encouraged to keep abreast of developments.
Crime: Although crime does occur,
especially in the larger cities, the situation is such
that by taking ordinary simple precautions, problems
will be avoided. As elsewhere in cities, you should
avoid deserted areas in the evening, be wary of
pickpockets and be aware of the skimming, tapping and
misuse of cards. Fraud often happens in the form of
tricking tourists for money and other values. Some
people use the so-called "wallet trick" which implies
that the thief "loses" his wallet in front of the
tourist who is further accused of taking money out of it
as he picks it up. The tourist is then asked to show his
own wallet where another person takes the wallet and
disappears. It also seems that the thief pretends to be
a police officer.
Corruption: Corruption is a common
problem in Ukraine. It is recommended to always carry a
valid ID. The police carry out regular checks on
foreigners. A copy of your passport is recommended. If
one is stopped by control, the police will also have to
identify themselves. Sometimes passports are only
accepted as valid credentials, in order to check whether
one has legal residence in the country. In certain
cases, in the absence of a passport when checking, one
may be placed in custody. Then you have to make sure
that a report is written about the incident.
Road safety: The road standard in
Ukraine varies greatly. The main roads between the major
cities are generally of decent standard. Traffic
accidents occur frequently, and far more frequently than
in Norway with fatal outcomes. Signs and information are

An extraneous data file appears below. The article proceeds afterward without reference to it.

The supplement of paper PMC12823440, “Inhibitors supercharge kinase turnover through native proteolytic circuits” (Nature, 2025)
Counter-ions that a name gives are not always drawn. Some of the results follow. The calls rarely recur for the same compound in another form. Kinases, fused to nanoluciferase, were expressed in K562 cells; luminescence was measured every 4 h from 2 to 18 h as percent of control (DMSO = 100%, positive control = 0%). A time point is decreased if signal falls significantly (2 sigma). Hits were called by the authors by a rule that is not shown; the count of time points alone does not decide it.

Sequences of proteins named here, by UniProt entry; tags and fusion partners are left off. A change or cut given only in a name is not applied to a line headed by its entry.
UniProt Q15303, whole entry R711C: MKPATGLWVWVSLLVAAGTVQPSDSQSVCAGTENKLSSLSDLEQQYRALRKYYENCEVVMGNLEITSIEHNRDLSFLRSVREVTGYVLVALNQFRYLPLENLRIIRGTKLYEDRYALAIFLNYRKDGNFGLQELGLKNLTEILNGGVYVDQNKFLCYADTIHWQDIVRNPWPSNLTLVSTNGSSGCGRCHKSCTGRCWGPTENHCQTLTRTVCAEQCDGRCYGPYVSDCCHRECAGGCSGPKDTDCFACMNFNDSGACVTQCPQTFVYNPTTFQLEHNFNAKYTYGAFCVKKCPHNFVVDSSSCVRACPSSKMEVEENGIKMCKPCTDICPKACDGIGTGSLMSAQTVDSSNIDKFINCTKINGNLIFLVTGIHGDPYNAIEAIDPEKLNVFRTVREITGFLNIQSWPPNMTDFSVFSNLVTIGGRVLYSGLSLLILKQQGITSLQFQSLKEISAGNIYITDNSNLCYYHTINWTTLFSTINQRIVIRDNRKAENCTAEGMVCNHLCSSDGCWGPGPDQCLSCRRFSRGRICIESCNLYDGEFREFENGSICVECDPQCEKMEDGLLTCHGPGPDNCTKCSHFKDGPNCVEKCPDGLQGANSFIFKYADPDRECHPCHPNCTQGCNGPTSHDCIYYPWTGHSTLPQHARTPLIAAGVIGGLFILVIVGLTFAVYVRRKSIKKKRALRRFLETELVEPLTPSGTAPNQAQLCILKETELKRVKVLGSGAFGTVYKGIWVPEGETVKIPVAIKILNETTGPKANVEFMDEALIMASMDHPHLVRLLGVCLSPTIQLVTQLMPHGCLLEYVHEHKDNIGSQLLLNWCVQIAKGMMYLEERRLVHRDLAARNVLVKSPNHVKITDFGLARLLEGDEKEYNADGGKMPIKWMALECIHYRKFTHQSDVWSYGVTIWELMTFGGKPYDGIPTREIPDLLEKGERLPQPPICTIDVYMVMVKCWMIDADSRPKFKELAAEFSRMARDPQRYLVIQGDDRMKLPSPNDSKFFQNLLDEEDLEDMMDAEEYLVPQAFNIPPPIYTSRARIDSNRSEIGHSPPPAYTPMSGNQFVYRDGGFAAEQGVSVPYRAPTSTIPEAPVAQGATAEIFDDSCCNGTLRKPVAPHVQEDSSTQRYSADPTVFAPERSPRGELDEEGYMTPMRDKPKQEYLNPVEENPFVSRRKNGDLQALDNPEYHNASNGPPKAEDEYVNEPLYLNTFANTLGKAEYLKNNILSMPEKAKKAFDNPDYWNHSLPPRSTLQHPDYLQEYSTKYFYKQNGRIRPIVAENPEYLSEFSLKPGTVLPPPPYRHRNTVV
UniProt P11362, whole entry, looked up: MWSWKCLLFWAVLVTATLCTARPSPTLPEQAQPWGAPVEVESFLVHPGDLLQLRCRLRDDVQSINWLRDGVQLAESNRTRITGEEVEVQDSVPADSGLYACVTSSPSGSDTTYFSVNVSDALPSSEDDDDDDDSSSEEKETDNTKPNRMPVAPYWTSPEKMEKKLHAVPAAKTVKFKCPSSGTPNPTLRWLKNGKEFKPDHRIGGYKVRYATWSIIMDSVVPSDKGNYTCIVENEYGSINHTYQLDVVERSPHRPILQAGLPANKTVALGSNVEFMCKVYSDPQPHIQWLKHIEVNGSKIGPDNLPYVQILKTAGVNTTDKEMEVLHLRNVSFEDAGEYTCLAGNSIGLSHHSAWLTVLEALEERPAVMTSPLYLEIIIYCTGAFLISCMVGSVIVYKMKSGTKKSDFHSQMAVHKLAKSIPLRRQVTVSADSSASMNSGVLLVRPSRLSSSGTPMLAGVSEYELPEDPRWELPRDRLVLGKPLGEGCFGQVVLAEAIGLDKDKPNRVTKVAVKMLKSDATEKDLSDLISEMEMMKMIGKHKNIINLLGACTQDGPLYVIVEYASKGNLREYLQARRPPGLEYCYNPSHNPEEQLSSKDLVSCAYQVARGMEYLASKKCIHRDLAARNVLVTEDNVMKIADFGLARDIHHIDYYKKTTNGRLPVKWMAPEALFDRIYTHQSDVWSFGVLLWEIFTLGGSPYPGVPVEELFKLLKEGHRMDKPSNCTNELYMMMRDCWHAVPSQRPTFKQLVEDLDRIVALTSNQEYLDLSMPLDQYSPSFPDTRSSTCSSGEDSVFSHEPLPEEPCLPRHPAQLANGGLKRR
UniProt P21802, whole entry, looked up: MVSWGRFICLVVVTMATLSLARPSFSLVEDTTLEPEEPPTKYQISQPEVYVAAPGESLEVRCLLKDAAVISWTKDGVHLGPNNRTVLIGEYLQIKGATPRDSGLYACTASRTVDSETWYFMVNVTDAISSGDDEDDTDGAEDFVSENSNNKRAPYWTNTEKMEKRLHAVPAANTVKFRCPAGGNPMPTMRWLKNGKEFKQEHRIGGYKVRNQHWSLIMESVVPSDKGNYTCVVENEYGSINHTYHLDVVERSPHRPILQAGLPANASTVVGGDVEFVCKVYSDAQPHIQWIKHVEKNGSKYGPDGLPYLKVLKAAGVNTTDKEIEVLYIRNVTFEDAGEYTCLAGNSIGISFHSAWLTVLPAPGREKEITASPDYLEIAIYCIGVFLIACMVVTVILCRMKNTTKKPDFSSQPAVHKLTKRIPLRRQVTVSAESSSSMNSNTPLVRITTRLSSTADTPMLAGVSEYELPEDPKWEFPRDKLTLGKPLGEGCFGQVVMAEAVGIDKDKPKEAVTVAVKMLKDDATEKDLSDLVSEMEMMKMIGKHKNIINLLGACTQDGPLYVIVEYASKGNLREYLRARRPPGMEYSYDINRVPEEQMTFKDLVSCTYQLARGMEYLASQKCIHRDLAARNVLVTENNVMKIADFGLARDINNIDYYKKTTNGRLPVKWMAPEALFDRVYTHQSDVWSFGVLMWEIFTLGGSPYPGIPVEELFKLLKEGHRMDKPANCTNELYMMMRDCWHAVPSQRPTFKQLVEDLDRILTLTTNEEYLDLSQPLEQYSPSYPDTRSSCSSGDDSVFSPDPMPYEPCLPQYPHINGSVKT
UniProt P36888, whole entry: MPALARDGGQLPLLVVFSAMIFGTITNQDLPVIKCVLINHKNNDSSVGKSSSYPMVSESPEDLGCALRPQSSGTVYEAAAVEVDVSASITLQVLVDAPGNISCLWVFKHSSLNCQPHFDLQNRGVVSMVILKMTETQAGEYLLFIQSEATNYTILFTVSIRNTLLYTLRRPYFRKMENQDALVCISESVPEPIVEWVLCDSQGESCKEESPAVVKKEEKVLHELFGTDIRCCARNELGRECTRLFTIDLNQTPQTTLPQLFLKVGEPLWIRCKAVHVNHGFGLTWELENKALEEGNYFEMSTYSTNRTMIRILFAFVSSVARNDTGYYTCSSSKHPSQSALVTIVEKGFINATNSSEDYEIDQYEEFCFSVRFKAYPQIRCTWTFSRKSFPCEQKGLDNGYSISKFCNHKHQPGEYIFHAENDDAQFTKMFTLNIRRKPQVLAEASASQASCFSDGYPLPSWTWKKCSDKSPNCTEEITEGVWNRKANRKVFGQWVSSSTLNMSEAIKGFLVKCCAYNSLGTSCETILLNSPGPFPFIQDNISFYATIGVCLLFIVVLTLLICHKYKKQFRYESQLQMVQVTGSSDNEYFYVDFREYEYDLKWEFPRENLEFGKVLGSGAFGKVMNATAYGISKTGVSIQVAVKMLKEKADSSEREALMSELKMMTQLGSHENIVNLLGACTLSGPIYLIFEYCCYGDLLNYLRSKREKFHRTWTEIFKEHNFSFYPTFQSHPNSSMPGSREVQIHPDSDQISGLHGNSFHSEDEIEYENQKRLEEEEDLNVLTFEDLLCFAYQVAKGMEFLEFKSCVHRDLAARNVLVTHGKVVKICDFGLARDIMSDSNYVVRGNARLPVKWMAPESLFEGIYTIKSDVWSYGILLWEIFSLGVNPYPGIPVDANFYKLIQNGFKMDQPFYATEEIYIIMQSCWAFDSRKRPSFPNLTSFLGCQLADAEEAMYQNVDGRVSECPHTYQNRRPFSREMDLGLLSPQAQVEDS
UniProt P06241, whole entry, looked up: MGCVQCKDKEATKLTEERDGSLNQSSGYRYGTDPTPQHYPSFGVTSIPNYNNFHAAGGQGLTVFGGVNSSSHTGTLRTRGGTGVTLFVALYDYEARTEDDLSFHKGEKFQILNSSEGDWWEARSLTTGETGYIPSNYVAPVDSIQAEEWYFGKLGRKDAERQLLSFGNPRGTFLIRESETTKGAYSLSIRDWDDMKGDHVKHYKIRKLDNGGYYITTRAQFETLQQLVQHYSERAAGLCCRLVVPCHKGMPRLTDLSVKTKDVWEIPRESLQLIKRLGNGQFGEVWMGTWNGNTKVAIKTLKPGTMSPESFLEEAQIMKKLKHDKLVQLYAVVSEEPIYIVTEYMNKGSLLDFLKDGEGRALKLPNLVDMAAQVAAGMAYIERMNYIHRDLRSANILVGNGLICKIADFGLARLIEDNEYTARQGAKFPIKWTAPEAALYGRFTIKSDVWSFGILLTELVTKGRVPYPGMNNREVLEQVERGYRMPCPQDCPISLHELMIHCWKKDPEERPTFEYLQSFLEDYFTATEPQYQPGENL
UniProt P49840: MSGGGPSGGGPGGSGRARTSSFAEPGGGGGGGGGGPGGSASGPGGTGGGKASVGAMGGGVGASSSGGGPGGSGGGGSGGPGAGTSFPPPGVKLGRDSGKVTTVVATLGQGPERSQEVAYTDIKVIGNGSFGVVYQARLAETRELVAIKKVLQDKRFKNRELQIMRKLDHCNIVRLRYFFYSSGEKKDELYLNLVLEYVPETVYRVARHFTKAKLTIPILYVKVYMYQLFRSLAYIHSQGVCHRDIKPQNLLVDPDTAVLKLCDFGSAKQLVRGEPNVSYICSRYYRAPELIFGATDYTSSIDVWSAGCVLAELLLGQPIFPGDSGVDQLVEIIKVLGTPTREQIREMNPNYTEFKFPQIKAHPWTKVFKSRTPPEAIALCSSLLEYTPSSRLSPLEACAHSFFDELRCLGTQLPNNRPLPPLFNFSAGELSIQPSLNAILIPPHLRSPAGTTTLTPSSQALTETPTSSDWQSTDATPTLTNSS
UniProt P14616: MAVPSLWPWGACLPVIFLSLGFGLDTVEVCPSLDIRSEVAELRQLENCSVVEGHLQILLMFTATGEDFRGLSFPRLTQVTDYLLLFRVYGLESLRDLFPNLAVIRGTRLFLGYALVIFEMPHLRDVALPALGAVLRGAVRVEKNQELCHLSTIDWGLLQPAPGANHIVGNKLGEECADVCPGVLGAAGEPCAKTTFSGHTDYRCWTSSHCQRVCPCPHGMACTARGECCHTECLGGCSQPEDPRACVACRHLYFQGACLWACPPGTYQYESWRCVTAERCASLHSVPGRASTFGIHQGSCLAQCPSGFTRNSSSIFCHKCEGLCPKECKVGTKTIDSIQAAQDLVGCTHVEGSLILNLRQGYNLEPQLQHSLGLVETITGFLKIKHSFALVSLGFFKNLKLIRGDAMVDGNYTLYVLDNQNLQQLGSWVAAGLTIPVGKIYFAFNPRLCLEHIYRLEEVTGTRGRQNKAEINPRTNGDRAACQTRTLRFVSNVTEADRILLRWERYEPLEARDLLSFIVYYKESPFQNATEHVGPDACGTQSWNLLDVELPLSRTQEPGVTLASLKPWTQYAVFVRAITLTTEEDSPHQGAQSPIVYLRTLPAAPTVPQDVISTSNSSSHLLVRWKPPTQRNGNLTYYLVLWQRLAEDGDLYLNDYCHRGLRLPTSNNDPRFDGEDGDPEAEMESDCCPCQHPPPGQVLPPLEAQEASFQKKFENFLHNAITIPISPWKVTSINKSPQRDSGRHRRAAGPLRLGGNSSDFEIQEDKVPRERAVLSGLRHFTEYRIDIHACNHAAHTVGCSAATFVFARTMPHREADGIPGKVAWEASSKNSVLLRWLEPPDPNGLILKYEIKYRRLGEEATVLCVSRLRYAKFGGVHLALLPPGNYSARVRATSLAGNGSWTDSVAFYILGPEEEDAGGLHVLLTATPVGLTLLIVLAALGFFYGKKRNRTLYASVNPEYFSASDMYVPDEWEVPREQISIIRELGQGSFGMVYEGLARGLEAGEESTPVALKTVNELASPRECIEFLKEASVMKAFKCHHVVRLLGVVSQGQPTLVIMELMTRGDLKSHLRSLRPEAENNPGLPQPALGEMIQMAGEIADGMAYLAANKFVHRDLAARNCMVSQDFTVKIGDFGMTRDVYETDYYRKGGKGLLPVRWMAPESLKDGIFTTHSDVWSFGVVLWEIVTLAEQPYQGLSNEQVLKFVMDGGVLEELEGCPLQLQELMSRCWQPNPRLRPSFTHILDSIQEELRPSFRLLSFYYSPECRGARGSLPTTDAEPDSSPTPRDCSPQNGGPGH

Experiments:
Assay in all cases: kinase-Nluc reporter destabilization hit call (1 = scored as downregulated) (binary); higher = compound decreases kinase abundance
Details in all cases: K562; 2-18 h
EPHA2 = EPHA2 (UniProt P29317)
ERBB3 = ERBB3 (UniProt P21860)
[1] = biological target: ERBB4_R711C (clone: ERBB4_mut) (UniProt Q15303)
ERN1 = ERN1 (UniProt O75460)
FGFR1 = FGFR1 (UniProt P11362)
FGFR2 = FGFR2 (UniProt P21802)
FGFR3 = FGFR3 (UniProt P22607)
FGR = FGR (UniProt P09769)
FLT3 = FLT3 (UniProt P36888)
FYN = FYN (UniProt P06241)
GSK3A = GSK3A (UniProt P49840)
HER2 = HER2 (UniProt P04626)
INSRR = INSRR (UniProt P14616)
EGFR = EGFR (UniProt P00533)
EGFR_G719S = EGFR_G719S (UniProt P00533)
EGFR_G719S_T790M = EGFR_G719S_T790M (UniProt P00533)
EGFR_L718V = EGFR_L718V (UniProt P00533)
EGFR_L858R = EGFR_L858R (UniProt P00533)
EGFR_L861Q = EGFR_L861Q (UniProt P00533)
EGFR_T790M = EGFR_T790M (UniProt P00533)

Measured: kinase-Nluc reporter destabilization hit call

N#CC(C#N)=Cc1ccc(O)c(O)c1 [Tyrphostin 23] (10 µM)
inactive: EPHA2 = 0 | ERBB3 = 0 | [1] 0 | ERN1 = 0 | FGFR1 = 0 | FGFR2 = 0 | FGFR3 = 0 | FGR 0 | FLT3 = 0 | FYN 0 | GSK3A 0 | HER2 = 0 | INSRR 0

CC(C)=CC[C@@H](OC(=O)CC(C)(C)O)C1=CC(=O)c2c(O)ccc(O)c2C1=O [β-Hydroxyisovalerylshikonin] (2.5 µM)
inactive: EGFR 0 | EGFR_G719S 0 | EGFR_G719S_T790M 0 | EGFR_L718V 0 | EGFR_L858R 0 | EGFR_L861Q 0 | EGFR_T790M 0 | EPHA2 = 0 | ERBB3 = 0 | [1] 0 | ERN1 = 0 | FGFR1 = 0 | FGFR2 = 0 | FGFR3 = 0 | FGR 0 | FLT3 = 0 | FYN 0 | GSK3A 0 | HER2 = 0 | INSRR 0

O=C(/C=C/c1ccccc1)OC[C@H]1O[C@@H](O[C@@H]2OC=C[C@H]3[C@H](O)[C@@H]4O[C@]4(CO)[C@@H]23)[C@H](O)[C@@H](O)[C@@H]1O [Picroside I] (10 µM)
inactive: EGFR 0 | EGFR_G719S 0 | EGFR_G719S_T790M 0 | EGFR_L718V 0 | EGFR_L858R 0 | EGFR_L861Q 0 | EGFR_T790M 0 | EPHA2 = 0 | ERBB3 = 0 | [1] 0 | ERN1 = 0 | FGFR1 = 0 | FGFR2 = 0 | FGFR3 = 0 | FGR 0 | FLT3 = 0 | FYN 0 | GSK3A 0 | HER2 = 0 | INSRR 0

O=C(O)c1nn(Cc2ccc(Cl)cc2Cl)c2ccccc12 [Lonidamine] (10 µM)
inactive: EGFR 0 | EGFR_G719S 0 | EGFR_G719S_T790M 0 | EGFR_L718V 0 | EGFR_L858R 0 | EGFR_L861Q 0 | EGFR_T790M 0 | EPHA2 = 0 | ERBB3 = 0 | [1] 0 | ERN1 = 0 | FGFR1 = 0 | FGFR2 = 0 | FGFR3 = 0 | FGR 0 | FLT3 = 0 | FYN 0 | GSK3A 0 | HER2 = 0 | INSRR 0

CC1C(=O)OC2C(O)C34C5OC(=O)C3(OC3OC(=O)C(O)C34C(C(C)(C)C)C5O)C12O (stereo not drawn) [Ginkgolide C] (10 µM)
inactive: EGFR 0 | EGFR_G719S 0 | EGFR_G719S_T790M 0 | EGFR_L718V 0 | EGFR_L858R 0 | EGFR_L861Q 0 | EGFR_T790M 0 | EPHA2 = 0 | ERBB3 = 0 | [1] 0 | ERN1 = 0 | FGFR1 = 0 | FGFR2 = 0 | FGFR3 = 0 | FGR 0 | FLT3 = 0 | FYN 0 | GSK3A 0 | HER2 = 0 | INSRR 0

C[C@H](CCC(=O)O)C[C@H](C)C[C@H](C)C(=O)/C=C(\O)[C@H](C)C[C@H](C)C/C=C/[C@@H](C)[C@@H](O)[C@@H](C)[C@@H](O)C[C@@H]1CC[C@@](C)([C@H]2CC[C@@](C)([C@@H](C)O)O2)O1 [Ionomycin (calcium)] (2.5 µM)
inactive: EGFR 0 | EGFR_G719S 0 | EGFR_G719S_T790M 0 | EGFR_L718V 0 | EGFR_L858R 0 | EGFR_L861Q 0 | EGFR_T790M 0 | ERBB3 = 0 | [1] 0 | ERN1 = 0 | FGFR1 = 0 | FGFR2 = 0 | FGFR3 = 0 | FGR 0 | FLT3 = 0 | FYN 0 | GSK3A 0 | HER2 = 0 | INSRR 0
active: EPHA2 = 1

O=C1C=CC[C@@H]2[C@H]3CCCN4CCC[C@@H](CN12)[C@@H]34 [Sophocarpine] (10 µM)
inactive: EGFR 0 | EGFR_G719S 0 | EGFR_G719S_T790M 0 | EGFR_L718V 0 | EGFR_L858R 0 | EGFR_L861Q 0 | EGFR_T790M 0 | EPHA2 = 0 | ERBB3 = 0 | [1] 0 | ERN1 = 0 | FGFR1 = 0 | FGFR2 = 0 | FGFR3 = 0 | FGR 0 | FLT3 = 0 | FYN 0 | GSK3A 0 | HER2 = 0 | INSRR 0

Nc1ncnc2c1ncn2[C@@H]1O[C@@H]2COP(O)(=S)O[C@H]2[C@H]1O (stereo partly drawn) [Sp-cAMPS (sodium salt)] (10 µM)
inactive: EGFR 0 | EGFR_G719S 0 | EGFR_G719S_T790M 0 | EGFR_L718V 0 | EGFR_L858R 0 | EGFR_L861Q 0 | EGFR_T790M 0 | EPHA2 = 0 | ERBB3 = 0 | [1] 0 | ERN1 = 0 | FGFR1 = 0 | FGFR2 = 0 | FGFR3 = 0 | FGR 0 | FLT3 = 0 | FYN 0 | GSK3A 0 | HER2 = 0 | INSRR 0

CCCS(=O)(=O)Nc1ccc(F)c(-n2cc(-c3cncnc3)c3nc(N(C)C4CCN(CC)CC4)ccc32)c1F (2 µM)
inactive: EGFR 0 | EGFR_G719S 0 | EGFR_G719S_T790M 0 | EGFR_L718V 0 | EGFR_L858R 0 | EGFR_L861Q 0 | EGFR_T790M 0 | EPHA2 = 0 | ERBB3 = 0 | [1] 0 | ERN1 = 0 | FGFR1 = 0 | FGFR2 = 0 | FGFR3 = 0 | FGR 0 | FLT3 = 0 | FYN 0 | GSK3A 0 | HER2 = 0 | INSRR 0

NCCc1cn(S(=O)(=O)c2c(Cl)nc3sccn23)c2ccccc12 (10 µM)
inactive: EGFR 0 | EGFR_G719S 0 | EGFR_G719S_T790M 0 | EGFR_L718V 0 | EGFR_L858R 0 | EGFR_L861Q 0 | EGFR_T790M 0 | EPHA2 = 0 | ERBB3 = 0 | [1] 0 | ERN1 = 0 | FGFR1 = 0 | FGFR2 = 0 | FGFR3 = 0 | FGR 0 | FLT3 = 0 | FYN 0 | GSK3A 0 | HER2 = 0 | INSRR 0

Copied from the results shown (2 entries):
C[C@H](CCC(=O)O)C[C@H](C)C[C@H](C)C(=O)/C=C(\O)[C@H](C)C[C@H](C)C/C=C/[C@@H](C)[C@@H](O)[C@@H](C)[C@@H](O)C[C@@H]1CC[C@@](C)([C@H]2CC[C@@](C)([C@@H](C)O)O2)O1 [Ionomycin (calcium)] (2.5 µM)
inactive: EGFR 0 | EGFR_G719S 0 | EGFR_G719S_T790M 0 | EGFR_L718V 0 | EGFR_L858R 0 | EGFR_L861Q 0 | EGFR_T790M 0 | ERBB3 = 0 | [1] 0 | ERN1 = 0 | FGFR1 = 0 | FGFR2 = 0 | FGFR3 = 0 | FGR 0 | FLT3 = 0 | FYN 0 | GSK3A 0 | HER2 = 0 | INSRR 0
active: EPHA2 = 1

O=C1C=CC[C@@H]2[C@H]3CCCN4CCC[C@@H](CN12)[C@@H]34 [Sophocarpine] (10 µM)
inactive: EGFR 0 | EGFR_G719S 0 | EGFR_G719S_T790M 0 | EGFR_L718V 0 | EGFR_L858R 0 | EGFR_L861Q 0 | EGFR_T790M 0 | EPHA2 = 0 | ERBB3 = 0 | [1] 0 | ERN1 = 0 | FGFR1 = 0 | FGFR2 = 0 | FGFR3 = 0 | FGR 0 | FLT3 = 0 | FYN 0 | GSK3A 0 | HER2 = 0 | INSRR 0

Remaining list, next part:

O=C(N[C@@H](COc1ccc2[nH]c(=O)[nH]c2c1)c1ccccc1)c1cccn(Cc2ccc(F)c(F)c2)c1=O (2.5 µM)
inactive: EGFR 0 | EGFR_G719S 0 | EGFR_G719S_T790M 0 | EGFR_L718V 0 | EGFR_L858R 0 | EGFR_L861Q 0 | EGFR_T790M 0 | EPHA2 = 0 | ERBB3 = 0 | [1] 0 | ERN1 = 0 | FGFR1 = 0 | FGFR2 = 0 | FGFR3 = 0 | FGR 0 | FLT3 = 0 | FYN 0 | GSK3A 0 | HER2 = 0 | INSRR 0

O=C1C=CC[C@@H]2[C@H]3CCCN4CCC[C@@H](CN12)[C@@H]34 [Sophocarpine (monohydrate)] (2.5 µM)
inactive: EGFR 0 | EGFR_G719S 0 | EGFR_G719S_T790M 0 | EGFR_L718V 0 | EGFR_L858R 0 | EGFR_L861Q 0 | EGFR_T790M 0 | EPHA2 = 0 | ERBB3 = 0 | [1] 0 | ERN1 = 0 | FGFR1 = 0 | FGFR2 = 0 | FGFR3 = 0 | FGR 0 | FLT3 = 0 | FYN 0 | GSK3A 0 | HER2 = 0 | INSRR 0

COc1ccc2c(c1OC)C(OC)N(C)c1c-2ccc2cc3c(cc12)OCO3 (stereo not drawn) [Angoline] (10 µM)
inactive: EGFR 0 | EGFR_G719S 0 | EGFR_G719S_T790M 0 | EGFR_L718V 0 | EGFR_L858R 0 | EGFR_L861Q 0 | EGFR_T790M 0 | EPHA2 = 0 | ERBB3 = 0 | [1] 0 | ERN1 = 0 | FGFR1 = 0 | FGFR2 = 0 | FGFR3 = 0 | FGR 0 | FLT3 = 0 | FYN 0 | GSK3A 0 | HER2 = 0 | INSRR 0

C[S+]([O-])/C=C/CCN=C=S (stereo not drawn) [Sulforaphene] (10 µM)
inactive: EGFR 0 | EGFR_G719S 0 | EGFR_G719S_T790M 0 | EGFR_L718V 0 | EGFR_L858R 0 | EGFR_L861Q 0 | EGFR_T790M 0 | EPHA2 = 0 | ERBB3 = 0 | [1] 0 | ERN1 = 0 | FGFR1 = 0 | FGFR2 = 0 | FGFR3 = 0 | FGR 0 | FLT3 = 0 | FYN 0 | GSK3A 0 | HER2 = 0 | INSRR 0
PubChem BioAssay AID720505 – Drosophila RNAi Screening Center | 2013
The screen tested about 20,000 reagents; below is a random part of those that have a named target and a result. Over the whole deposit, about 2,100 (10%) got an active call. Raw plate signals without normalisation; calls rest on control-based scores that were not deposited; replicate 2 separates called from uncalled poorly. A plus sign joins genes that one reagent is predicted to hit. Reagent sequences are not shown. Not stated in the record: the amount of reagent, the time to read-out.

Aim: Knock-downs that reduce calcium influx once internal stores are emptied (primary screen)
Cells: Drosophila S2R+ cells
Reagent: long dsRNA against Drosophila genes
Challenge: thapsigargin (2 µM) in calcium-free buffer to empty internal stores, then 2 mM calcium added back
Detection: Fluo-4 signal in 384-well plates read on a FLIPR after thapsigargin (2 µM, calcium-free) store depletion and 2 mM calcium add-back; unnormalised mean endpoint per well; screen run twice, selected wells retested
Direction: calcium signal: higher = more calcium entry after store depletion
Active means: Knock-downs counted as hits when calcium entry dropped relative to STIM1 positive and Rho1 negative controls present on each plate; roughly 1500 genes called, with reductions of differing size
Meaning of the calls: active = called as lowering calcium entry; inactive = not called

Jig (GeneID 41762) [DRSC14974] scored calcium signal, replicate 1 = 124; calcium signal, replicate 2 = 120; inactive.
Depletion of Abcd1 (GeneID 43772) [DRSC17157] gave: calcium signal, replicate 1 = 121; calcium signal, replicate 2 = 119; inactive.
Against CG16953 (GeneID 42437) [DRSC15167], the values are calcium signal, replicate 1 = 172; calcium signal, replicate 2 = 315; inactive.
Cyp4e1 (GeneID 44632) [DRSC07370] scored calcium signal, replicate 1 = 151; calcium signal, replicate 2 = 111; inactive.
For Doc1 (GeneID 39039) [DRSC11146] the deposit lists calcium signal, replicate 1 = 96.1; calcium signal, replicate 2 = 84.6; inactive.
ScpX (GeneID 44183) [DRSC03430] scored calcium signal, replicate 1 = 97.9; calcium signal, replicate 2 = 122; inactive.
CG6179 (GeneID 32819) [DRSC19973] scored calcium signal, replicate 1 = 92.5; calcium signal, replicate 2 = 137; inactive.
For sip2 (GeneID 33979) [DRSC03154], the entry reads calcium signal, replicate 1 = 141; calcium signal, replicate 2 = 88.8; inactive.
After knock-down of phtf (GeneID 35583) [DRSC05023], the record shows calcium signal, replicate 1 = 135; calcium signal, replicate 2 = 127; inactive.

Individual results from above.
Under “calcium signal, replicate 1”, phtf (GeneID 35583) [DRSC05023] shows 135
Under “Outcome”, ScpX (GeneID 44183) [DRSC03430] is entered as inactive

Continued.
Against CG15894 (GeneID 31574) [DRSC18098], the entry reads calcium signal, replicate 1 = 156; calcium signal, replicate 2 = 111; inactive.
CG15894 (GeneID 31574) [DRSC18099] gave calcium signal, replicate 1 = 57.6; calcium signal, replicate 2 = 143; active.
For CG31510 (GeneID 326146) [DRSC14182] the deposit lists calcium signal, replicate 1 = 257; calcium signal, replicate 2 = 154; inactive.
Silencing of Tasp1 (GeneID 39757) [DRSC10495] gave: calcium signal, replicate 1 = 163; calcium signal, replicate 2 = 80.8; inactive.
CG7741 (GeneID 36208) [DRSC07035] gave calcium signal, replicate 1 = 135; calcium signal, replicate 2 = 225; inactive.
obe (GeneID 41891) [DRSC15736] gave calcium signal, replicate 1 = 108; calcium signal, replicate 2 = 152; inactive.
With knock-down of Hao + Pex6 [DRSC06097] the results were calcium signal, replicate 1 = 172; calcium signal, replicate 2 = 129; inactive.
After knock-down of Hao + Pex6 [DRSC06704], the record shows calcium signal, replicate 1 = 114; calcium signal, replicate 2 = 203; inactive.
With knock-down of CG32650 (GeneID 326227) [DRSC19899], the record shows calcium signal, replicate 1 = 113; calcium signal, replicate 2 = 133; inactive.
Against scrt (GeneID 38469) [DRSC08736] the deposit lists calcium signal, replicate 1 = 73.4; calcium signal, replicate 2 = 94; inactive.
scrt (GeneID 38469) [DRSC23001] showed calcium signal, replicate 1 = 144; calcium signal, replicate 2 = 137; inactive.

missing in some places. Preferably avoid driving after
dark out of the blue, as roads can be poorly lit.
Preferably park in a secure location, preferably in a
guarded parking lot. The seat belt must be used both in
the front and the back of the car, and the use of a
mobile phone while driving is prohibited unless you have
"hands-free". The speed is 60 km/h of dense lanes, 90
km/h off dense lanes and 110 km/h on the highway.
Pedestrians should watch out when crossing streets and
exercise caution on sidewalks as parking is permitted.
When using taxis, companies like Elite or Uber are
Travel insurance: Norwegian citizens
are encouraged to have valid travel insurance.
Norwegians traveling to Ukraine should note that the
National Insurance Scheme does not cover expenses
related to illness or accidents.
Customs rules: It is allowed to
bring 200 cigarettes or 250g of tobacco to Ukraine. When
it comes to alcohol, you can take one liter of spirits,
two liters of wine and five liters of beer. You can also
bring food for personal use, but please note that the
total value should not exceed 50 euros per person. For
extended customs rules see; Ukraine - EFTA Free Trade
Alcohol and drugs: Alcohol is cheap
and readily available in Ukraine. There are reports of
people dying from alcohol intoxication as well as other
related illnesses and accidents due to alcohol. Smoking
and drinking in public areas are prohibited - such as in
subways, bus stations, parks and public buildings.
Breaking the prohibitions on alcohol can result in a
warning, fine or custody for up to 15 days. If you break
the smoking ban, you can be fined. It is prohibited to
sell alcohol to persons under 18 years of age. The
penalties for possession, use or smuggling of drugs are
severe and may result in fines or imprisonment.
Local emergency numbers are: Fire 101, Police 102,
Ambulance 103, Euro-Alarm, Copenhagen (including
European travel insurance): +45 70 15 25 00
Contact with the embassy: The embassy's central table
number is +38 044 281 22 00. This is served during
office hours which is 09.00-16.30 Ukrainian time
(corresponding to 08.00-15.30 Norwegian time). When you
call this telephone number outside of office hours, you
are automatically transferred to the UD's operational
center. You can also reach the UD's operative center on